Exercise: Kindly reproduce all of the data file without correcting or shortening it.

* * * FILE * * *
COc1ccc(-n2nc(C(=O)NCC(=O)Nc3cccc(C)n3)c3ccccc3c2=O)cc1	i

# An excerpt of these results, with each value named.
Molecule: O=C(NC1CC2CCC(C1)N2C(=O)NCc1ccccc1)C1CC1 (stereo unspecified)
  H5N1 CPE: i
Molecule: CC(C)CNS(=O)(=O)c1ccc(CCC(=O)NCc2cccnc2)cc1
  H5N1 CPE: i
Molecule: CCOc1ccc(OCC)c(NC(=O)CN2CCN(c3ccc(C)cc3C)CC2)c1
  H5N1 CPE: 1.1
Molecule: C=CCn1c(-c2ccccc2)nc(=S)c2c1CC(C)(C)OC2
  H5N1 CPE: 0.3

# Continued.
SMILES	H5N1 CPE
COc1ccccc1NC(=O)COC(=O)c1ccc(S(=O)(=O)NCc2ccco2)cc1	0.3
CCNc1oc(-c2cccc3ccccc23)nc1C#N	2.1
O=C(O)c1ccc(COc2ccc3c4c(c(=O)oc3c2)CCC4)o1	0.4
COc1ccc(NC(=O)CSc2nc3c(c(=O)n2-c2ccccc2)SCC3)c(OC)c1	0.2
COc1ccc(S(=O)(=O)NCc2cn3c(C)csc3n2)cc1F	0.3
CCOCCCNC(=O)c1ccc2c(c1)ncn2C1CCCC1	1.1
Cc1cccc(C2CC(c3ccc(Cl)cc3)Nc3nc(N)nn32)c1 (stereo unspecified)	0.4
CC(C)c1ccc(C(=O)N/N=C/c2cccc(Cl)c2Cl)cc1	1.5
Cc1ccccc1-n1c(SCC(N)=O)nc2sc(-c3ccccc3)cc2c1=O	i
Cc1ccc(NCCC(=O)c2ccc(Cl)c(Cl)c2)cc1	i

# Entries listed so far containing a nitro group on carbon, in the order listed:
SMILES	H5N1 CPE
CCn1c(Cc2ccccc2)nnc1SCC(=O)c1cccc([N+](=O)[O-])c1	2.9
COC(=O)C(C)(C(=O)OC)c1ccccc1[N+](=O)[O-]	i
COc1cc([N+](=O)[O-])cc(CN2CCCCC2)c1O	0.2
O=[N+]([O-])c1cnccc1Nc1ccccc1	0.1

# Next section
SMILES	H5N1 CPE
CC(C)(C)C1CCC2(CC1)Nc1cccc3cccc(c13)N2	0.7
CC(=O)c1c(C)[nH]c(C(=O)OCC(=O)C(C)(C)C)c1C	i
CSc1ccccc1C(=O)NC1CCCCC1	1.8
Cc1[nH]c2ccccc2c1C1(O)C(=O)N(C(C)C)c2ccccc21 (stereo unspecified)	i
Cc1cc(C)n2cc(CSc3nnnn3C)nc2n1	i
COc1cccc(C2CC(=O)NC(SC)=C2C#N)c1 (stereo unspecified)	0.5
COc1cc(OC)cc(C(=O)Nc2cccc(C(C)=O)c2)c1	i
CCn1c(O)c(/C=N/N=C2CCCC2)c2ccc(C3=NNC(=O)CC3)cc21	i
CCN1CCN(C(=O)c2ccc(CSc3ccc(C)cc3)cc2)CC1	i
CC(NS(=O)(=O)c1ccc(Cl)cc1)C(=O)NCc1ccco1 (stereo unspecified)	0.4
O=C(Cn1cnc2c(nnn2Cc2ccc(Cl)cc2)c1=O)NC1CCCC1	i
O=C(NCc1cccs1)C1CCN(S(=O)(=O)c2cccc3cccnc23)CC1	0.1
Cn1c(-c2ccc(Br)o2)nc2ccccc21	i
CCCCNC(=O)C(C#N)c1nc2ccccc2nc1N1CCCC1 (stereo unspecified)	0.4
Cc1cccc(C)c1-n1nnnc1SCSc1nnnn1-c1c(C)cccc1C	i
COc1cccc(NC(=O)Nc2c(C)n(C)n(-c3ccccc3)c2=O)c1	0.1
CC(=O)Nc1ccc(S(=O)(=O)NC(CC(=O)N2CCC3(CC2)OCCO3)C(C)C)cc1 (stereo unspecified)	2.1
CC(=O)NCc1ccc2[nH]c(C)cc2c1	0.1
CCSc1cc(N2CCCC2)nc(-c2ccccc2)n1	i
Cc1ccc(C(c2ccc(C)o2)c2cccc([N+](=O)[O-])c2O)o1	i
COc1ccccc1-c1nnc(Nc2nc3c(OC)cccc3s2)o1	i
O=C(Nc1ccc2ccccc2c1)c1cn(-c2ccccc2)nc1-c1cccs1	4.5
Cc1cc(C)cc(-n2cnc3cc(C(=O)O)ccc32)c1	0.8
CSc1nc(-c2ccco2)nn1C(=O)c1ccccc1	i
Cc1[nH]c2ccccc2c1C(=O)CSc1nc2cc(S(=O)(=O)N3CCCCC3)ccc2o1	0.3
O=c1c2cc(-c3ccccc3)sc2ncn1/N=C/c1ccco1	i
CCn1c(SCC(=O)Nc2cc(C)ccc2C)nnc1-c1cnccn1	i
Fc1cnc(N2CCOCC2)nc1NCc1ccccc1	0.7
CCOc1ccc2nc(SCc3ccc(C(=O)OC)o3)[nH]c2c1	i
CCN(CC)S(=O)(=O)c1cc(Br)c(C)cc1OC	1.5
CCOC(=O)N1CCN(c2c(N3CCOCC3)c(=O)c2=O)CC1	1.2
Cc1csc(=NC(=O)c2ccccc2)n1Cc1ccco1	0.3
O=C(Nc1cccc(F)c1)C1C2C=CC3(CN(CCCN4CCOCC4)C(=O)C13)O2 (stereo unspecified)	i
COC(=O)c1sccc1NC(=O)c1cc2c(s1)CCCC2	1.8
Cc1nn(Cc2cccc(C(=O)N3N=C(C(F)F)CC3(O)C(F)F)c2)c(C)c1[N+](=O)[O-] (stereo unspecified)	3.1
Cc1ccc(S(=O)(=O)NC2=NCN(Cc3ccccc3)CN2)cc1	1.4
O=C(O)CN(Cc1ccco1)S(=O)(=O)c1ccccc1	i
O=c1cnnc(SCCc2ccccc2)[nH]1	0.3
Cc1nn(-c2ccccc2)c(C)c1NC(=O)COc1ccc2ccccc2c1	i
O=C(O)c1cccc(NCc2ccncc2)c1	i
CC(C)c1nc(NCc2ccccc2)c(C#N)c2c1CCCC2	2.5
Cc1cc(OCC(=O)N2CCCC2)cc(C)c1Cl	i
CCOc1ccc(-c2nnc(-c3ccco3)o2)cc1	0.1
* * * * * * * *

COc1ccc(-n2nc(C(=O)NCC(=O)Nc3cccc(C)n3)c3ccccc3c2=O)cc1	i

# An excerpt of these results, with each value named.
Molecule: O=C(NC1CC2CCC(C1)N2C(=O)NCc1ccccc1)C1CC1 (stereo unspecified)
  H5N1 CPE: i
Molecule: CC(C)CNS(=O)(=O)c1ccc(CCC(=O)NCc2cccnc2)cc1
  H5N1 CPE: i
Molecule: CCOc1ccc(OCC)c(NC(=O)CN2CCN(c3ccc(C)cc3C)CC2)c1
  H5N1 CPE: 1.1
Molecule: C=CCn1c(-c2ccccc2)nc(=S)c2c1CC(C)(C)OC2
  H5N1 CPE: 0.3

# Continued.
SMILES	H5N1 CPE
COc1ccccc1NC(=O)COC(=O)c1ccc(S(=O)(=O)NCc2ccco2)cc1	0.3
CCNc1oc(-c2cccc3ccccc23)nc1C#N	2.1
O=C(O)c1ccc(COc2ccc3c4c(c(=O)oc3c2)CCC4)o1	0.4
COc1ccc(NC(=O)CSc2nc3c(c(=O)n2-c2ccccc2)SCC3)c(OC)c1	0.2
COc1ccc(S(=O)(=O)NCc2cn3c(C)csc3n2)cc1F	0.3
CCOCCCNC(=O)c1ccc2c(c1)ncn2C1CCCC1	1.1
Cc1cccc(C2CC(c3ccc(Cl)cc3)Nc3nc(N)nn32)c1 (stereo unspecified)	0.4
CC(C)c1ccc(C(=O)N/N=C/c2cccc(Cl)c2Cl)cc1	1.5
Cc1ccccc1-n1c(SCC(N)=O)nc2sc(-c3ccccc3)cc2c1=O	i
Cc1ccc(NCCC(=O)c2ccc(Cl)c(Cl)c2)cc1	i

# Entries listed so far containing a nitro group on carbon, in the order listed:
SMILES	H5N1 CPE
CCn1c(Cc2ccccc2)nnc1SCC(=O)c1cccc([N+](=O)[O-])c1	2.9
COC(=O)C(C)(C(=O)OC)c1ccccc1[N+](=O)[O-]	i
COc1cc([N+](=O)[O-])cc(CN2CCCCC2)c1O	0.2
O=[N+]([O-])c1cnccc1Nc1ccccc1	0.1

# Next section
SMILES	H5N1 CPE
CC(C)(C)C1CCC2(CC1)Nc1cccc3cccc(c13)N2	0.7
CC(=O)c1c(C)[nH]c(C(=O)OCC(=O)C(C)(C)C)c1C	i
CSc1ccccc1C(=O)NC1CCCCC1	1.8
Cc1[nH]c2ccccc2c1C1(O)C(=O)N(C(C)C)c2ccccc21 (stereo unspecified)	i
Cc1cc(C)n2cc(CSc3nnnn3C)nc2n1	i
COc1cccc(C2CC(=O)NC(SC)=C2C#N)c1 (stereo unspecified)	0.5
COc1cc(OC)cc(C(=O)Nc2cccc(C(C)=O)c2)c1	i
CCn1c(O)c(/C=N/N=C2CCCC2)c2ccc(C3=NNC(=O)CC3)cc21	i
CCN1CCN(C(=O)c2ccc(CSc3ccc(C)cc3)cc2)CC1	i
CC(NS(=O)(=O)c1ccc(Cl)cc1)C(=O)NCc1ccco1 (stereo unspecified)	0.4
O=C(Cn1cnc2c(nnn2Cc2ccc(Cl)cc2)c1=O)NC1CCCC1	i
O=C(NCc1cccs1)C1CCN(S(=O)(=O)c2cccc3cccnc23)CC1	0.1
Cn1c(-c2ccc(Br)o2)nc2ccccc21	i
CCCCNC(=O)C(C#N)c1nc2ccccc2nc1N1CCCC1 (stereo unspecified)	0.4
Cc1cccc(C)c1-n1nnnc1SCSc1nnnn1-c1c(C)cccc1C	i
COc1cccc(NC(=O)Nc2c(C)n(C)n(-c3ccccc3)c2=O)c1	0.1
CC(=O)Nc1ccc(S(=O)(=O)NC(CC(=O)N2CCC3(CC2)OCCO3)C(C)C)cc1 (stereo unspecified)	2.1
CC(=O)NCc1ccc2[nH]c(C)cc2c1	0.1
CCSc1cc(N2CCCC2)nc(-c2ccccc2)n1	i
Cc1ccc(C(c2ccc(C)o2)c2cccc([N+](=O)[O-])c2O)o1	i
COc1ccccc1-c1nnc(Nc2nc3c(OC)cccc3s2)o1	i
O=C(Nc1ccc2ccccc2c1)c1cn(-c2ccccc2)nc1-c1cccs1	4.5
Cc1cc(C)cc(-n2cnc3cc(C(=O)O)ccc32)c1	0.8
CSc1nc(-c2ccco2)nn1C(=O)c1ccccc1	i
Cc1[nH]c2ccccc2c1C(=O)CSc1nc2cc(S(=O)(=O)N3CCCCC3)ccc2o1	0.3
O=c1c2cc(-c3ccccc3)sc2ncn1/N=C/c1ccco1	i
CCn1c(SCC(=O)Nc2cc(C)ccc2C)nnc1-c1cnccn1	i
Fc1cnc(N2CCOCC2)nc1NCc1ccccc1	0.7
CCOc1ccc2nc(SCc3ccc(C(=O)OC)o3)[nH]c2c1	i
CCN(CC)S(=O)(=O)c1cc(Br)c(C)cc1OC	1.5
CCOC(=O)N1CCN(c2c(N3CCOCC3)c(=O)c2=O)CC1	1.2
Cc1csc(=NC(=O)c2ccccc2)n1Cc1ccco1	0.3
O=C(Nc1cccc(F)c1)C1C2C=CC3(CN(CCCN4CCOCC4)C(=O)C13)O2 (stereo unspecified)	i
COC(=O)c1sccc1NC(=O)c1cc2c(s1)CCCC2	1.8
Cc1nn(Cc2cccc(C(=O)N3N=C(C(F)F)CC3(O)C(F)F)c2)c(C)c1[N+](=O)[O-] (stereo unspecified)	3.1
Cc1ccc(S(=O)(=O)NC2=NCN(Cc3ccccc3)CN2)cc1	1.4
O=C(O)CN(Cc1ccco1)S(=O)(=O)c1ccccc1	i
O=c1cnnc(SCCc2ccccc2)[nH]1	0.3
Cc1nn(-c2ccccc2)c(C)c1NC(=O)COc1ccc2ccccc2c1	i
O=C(O)c1cccc(NCc2ccncc2)c1	i
CC(C)c1nc(NCc2ccccc2)c(C#N)c2c1CCCC2	2.5
Cc1cc(OCC(=O)N2CCCC2)cc(C)c1Cl	i
CCOc1ccc(-c2nnc(-c3ccco3)o2)cc1	0.1